Federal Reserve: Fed pauses interest rate hikes but signals more tightening to come

Washington: Federal Reserve officials paused on Wednesday following 15 months of interest-rate hikes but signaled they would likely resume tightening to cool inflation, projecting more increases than economists and investors expected.

“Holding the target range steady at this meeting allows the committee to assess additional information and its implications for monetary policy,” the Federal Open Market Committee said in a statement released in Washington Wednesday.

Policymakers also adjusted the language in their post-meeting statement, referring to how they would determine “the extent of additional policy firming that may be appropriate,” rather than “the extent to which additional policy firming may be appropriate.”

The FOMC vote was unanimous. Of the 18 policymakers, 12 penciled in rates at or above the median range of 5.5% to 5.75%, showing most policymakers agree further tightening is needed.

The decision left the benchmark federal funds rate in a target range of 5% to 5.25%. Fresh quarterly Fed forecasts showed borrowing costs rising to 5.6% by year end, according to the median projection, compared with 5.1% in the previous round of projections.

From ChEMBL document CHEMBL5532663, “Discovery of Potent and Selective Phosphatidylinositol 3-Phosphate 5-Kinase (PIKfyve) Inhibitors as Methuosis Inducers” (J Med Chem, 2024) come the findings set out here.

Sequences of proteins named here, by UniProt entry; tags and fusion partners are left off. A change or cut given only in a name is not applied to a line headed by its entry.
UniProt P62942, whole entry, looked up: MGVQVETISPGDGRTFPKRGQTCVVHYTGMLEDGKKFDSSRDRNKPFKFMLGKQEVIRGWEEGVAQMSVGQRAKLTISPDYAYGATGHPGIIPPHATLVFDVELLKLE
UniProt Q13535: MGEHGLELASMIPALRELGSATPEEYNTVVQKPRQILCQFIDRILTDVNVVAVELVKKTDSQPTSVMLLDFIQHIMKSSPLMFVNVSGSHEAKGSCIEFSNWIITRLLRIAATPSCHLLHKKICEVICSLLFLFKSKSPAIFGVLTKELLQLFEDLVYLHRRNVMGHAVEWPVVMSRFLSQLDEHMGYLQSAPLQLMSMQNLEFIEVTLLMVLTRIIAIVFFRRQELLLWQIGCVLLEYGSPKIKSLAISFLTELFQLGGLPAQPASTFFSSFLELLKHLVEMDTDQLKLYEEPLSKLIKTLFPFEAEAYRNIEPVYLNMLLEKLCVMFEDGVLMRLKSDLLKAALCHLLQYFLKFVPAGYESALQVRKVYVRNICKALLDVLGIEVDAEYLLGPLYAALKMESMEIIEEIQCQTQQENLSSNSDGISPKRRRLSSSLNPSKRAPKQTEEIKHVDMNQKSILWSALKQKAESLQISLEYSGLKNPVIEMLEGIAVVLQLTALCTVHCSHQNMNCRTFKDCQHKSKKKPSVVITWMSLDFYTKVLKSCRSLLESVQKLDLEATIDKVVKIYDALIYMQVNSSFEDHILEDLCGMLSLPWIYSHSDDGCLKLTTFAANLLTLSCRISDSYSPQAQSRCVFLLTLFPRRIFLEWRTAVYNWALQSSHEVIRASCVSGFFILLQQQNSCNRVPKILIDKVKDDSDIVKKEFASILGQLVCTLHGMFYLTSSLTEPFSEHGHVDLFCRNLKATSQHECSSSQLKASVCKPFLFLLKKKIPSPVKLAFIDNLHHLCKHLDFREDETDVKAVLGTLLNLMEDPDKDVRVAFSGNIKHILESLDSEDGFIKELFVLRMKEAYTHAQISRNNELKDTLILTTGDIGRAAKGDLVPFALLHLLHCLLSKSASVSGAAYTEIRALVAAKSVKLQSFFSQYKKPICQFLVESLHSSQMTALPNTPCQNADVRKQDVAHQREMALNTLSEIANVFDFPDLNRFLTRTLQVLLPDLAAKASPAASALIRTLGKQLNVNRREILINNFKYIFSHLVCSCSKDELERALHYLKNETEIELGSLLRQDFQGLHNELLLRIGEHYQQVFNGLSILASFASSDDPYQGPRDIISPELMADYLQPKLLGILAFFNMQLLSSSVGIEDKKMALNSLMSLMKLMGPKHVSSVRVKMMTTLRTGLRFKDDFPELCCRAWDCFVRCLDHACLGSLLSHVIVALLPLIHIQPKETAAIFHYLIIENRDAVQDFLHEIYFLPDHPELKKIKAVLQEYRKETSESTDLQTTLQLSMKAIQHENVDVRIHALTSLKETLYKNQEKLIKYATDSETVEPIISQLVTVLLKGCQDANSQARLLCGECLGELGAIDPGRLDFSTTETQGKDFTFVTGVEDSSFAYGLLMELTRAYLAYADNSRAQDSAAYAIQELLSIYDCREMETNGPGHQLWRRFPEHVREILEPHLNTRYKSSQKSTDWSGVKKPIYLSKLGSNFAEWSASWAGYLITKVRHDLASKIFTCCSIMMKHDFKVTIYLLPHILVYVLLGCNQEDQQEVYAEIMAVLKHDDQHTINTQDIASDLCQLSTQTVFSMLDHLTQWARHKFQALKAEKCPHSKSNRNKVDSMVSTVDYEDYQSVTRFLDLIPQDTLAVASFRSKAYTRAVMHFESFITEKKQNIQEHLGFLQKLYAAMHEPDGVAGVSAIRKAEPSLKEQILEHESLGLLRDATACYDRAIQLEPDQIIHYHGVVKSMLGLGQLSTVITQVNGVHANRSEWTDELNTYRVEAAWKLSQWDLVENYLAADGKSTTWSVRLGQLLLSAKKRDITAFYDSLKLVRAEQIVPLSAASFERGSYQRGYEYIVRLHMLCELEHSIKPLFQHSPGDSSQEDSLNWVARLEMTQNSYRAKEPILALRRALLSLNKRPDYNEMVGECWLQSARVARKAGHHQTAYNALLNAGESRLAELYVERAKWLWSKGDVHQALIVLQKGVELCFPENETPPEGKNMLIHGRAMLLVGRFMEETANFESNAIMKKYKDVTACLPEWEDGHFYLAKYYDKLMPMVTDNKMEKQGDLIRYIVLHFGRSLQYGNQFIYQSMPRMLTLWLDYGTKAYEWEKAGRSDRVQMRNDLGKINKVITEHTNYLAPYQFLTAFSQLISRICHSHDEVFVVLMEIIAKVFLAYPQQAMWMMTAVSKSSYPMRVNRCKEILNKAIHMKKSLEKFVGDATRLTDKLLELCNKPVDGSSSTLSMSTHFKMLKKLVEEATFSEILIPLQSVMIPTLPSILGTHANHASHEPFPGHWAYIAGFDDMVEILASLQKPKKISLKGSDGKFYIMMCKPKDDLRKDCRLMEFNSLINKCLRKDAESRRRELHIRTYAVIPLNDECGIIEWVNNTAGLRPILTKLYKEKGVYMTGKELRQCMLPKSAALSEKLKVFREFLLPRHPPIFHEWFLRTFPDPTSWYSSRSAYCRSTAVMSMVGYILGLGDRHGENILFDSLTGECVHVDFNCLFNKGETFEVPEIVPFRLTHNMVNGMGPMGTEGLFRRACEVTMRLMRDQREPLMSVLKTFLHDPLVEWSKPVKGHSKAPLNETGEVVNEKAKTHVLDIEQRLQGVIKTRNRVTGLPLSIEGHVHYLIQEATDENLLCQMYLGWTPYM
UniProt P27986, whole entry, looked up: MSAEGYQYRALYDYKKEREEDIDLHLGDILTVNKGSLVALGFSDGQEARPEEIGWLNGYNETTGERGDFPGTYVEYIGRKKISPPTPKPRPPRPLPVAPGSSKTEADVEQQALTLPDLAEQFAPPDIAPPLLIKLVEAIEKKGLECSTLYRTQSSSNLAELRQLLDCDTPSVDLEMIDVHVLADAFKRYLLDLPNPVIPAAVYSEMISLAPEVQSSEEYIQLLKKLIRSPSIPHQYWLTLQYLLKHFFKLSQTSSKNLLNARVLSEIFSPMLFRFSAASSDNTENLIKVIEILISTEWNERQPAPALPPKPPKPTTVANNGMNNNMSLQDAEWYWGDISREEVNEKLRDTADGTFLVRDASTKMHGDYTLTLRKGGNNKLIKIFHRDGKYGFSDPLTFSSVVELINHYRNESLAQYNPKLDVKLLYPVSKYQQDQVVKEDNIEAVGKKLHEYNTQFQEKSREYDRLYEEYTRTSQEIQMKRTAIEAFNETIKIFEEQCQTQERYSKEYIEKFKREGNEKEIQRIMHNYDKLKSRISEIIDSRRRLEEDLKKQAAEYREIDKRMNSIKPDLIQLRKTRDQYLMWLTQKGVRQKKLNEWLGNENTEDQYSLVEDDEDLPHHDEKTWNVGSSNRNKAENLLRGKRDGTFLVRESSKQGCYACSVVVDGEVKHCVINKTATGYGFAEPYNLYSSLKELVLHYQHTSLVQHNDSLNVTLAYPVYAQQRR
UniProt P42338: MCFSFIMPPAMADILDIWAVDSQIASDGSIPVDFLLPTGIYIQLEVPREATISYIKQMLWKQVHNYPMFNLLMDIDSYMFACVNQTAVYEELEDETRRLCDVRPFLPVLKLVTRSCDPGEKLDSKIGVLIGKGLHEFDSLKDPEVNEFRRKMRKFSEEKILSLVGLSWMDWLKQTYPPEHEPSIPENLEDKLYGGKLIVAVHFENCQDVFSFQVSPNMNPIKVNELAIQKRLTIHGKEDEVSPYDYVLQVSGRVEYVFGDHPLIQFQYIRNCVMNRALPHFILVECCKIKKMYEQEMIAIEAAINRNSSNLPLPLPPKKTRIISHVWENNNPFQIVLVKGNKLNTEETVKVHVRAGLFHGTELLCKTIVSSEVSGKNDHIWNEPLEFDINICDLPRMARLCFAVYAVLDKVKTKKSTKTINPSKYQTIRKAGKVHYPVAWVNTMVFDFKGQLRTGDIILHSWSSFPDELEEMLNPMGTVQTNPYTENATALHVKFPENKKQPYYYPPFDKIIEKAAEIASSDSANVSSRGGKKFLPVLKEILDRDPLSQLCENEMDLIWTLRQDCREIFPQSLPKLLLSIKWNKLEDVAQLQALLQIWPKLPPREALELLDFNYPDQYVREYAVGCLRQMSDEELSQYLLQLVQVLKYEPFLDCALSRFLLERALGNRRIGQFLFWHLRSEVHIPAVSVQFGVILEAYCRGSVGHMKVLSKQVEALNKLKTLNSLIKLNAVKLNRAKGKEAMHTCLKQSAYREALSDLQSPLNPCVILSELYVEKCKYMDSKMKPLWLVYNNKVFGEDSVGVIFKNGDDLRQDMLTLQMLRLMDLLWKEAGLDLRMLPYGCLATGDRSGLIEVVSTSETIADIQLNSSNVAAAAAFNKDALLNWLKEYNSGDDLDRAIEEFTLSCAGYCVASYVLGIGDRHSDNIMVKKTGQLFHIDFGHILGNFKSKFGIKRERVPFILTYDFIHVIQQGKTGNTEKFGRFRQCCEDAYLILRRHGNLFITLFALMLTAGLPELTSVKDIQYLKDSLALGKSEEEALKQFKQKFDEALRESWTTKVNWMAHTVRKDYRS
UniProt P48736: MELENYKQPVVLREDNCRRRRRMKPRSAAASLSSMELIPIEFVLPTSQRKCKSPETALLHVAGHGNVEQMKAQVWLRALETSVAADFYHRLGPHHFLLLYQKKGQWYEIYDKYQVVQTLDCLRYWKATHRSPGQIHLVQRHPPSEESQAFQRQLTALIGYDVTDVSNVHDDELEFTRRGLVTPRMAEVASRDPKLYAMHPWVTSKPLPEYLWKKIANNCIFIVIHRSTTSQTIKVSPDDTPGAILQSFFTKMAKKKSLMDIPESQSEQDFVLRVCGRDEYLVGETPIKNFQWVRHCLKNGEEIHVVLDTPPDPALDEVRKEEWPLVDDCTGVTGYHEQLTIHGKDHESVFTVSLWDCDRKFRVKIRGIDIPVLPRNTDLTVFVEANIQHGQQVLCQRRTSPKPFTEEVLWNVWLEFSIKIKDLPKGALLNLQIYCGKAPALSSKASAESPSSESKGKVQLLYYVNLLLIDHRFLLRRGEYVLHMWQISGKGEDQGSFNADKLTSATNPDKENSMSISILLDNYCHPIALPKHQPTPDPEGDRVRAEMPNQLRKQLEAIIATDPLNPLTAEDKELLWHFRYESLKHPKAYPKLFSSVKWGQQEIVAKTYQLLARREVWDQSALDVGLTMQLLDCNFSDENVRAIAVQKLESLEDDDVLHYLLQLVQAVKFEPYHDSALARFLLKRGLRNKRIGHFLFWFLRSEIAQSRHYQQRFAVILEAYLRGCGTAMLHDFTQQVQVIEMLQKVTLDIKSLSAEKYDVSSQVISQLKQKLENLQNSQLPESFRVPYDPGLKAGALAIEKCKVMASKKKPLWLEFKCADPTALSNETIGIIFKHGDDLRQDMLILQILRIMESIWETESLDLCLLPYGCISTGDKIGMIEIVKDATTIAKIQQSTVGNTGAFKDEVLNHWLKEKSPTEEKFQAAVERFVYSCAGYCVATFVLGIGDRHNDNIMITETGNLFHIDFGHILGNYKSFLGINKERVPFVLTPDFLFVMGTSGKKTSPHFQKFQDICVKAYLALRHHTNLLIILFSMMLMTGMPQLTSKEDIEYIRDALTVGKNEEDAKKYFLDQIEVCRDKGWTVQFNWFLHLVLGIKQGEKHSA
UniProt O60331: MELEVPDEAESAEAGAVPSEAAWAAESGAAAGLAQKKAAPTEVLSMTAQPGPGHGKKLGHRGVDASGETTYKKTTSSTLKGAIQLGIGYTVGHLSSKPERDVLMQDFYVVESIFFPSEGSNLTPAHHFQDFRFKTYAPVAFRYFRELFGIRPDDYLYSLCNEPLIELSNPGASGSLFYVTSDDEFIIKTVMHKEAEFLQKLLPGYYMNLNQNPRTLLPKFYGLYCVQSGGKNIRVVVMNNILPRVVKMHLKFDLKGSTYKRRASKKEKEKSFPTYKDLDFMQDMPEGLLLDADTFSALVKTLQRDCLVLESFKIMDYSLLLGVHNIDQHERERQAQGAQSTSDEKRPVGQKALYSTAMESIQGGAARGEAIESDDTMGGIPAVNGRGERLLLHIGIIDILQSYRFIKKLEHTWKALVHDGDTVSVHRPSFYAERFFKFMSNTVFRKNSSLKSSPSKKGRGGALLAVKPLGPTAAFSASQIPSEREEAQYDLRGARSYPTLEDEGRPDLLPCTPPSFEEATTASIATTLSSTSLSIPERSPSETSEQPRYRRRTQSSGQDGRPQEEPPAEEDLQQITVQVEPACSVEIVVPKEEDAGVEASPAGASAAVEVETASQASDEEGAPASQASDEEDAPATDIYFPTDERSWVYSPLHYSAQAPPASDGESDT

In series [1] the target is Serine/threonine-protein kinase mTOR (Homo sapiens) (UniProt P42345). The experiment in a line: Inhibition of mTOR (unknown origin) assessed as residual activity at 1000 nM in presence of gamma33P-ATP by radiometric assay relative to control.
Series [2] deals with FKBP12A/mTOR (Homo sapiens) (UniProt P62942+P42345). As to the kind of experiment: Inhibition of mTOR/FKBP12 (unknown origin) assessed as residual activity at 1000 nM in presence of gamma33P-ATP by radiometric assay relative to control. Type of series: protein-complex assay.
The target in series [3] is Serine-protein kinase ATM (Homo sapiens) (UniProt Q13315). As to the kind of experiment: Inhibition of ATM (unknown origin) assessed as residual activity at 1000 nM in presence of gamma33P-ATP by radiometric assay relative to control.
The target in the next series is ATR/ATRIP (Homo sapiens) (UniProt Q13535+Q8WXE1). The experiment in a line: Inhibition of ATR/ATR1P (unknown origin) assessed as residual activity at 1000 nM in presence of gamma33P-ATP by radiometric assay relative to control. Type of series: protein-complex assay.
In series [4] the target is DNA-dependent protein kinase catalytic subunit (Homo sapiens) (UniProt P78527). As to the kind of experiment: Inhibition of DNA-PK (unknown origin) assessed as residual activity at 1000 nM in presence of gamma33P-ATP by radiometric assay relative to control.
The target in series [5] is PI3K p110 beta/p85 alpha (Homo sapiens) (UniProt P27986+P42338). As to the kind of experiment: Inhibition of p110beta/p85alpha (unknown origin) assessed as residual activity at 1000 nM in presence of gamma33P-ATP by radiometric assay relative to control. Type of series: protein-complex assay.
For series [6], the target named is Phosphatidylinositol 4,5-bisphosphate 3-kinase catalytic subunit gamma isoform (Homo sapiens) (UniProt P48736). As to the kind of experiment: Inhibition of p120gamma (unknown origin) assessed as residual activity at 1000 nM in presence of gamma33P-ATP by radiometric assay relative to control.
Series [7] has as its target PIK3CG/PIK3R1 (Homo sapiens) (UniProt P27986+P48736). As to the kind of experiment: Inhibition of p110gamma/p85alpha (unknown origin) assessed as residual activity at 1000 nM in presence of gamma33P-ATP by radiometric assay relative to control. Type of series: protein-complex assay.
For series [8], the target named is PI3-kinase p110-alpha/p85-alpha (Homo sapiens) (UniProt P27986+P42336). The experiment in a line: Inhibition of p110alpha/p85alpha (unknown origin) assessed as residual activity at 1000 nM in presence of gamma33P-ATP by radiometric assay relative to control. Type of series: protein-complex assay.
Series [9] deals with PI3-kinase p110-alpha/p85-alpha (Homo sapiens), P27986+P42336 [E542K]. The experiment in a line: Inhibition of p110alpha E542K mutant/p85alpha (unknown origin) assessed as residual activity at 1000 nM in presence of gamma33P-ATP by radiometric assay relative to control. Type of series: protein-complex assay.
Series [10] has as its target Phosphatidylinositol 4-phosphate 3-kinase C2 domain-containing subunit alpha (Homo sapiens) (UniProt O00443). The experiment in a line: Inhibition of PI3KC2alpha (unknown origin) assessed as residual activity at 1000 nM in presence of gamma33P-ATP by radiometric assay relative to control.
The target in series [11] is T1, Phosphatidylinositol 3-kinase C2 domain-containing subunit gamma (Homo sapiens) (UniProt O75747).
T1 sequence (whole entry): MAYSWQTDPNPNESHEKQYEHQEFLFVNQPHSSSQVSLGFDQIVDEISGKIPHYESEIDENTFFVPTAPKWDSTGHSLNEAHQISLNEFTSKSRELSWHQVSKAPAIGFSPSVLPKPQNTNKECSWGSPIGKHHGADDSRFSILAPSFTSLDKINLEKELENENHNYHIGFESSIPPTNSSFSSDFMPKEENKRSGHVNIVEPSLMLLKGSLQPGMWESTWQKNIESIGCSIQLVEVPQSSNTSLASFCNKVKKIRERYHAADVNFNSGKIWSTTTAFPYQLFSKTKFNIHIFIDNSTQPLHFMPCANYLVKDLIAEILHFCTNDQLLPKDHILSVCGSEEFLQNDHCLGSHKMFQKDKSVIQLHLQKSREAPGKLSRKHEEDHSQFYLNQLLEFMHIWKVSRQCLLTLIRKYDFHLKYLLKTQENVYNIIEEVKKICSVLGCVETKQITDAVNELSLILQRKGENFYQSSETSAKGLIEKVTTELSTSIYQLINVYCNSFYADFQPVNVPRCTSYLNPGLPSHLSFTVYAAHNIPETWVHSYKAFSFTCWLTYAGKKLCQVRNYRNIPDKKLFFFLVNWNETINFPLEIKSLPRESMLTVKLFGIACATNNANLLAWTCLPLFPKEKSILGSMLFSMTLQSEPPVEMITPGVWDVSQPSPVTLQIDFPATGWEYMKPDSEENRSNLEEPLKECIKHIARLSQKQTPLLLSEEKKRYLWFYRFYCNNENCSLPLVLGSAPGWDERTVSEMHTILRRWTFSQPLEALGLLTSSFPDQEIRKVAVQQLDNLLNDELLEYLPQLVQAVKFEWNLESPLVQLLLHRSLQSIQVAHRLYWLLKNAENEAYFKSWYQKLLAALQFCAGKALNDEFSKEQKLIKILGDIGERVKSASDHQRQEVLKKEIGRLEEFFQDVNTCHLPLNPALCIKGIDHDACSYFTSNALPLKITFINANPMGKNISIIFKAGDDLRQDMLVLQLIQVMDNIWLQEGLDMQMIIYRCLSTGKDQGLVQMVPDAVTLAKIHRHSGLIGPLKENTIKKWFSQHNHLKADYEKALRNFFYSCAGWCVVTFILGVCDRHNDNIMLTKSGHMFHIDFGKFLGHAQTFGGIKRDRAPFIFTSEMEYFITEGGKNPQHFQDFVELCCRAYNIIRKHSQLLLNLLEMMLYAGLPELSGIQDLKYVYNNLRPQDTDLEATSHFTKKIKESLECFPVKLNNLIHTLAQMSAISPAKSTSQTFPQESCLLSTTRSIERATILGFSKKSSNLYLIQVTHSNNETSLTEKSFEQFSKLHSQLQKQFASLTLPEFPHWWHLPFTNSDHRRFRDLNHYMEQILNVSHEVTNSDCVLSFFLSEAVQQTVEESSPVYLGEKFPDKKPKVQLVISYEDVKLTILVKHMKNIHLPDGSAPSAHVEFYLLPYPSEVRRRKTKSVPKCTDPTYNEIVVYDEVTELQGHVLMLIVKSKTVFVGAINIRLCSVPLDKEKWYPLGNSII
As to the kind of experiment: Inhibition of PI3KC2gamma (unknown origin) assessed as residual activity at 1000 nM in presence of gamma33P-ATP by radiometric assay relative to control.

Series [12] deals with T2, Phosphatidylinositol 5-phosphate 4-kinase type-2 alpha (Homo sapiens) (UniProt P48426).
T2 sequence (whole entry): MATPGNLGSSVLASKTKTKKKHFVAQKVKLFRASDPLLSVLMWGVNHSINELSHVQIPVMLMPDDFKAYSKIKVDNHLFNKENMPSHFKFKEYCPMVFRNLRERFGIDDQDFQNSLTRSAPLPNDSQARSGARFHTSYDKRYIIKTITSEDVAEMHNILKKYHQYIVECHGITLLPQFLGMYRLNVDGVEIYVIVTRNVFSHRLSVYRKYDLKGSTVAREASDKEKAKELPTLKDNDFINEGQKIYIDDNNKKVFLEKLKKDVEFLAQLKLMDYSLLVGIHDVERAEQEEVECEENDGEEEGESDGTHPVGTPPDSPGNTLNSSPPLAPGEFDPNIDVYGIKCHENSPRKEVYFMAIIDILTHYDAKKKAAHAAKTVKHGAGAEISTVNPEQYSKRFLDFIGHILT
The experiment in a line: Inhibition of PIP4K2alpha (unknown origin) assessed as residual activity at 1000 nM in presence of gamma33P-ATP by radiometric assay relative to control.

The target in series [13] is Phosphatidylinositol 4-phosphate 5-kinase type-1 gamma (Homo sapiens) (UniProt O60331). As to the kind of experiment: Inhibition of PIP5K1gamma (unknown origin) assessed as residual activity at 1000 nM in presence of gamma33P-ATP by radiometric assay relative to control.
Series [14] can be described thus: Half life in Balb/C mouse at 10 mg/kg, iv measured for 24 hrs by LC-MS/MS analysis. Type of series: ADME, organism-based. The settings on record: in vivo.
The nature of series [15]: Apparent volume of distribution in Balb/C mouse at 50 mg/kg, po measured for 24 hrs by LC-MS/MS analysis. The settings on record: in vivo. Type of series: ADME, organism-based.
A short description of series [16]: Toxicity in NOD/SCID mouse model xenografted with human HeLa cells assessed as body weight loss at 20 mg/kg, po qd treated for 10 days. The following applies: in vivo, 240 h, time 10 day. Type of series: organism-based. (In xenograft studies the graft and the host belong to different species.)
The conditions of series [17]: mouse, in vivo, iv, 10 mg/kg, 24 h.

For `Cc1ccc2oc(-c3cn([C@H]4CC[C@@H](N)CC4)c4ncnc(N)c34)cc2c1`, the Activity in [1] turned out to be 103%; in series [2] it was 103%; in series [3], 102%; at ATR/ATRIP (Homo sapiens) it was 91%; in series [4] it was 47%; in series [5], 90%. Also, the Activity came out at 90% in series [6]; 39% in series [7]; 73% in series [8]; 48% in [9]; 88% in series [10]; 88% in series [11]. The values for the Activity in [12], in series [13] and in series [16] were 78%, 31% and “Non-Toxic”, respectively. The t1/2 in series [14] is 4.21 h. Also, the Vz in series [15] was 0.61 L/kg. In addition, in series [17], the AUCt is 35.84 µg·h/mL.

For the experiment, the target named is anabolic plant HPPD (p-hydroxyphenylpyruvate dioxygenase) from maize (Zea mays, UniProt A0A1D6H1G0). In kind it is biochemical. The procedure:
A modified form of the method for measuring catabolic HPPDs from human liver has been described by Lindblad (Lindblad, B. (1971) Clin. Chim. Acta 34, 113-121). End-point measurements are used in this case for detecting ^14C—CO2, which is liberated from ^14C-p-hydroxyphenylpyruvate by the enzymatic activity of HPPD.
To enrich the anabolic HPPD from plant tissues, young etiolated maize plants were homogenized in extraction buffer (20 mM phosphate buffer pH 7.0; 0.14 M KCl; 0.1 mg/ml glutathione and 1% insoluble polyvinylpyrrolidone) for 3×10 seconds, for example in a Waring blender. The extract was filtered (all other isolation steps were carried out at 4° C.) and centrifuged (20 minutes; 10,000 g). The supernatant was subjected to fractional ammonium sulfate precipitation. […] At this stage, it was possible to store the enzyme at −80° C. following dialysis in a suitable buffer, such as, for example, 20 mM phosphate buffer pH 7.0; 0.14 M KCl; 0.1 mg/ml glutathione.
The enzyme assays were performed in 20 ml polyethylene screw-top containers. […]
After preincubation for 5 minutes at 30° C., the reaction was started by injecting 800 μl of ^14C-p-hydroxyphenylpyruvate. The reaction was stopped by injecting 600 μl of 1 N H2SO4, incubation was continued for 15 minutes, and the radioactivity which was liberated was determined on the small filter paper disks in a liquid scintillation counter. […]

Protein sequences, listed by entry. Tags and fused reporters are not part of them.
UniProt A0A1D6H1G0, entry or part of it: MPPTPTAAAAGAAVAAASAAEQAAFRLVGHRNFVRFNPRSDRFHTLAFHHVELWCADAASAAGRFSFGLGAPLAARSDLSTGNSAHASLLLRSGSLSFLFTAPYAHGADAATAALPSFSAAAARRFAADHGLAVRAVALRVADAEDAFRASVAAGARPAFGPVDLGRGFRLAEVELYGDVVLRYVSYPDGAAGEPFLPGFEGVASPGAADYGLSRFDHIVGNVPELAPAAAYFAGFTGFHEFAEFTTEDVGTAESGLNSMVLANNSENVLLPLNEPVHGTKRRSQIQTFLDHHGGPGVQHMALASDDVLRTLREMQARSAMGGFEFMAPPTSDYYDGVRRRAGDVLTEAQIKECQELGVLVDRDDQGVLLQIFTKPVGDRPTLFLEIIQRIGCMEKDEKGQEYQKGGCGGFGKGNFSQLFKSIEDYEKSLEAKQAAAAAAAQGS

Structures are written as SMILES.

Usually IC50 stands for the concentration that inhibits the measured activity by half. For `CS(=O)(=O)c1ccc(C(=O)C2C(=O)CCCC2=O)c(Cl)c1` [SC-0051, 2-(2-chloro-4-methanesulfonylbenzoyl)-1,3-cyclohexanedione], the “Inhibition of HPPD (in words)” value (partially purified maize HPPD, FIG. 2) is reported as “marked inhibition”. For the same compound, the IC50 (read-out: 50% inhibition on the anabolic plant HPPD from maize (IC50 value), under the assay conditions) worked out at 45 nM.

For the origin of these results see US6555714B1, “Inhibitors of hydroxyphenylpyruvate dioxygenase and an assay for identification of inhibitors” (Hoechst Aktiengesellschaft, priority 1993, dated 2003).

The S&P 500 index of stocks declined immediately after the decision. The dollar pared declines against a basket of currencies. Yields on two-year Treasuries surged to the highest since March.

Wednesday’s hold is the first pit stop in the central bank’s most aggressive tightening campaign in decades to curb inflation that saw rates lifted from levels near zero starting in March 2022. Earlier this year, stock and bond markets were roiled and four regional banks collapsed as policymakers raced to catch up after being slow to respond to mounting price pressures. Yet the job market has remained sturdy and the inflation rate is still more than twice the Fed’s 2% target.Both Powell and Fed Governor Philip Jefferson – nominated for vice chair by President Joe Biden – signaled they supported skipping a rate move in comments before this meeting, arguing they could afford to wait for more data as they assess the evolving outlook. Other officials, including Fed Governor Christopher Waller, indicated they could go along with a skip but were cautious about calling an end to rate hikes with inflation stubbornly high.

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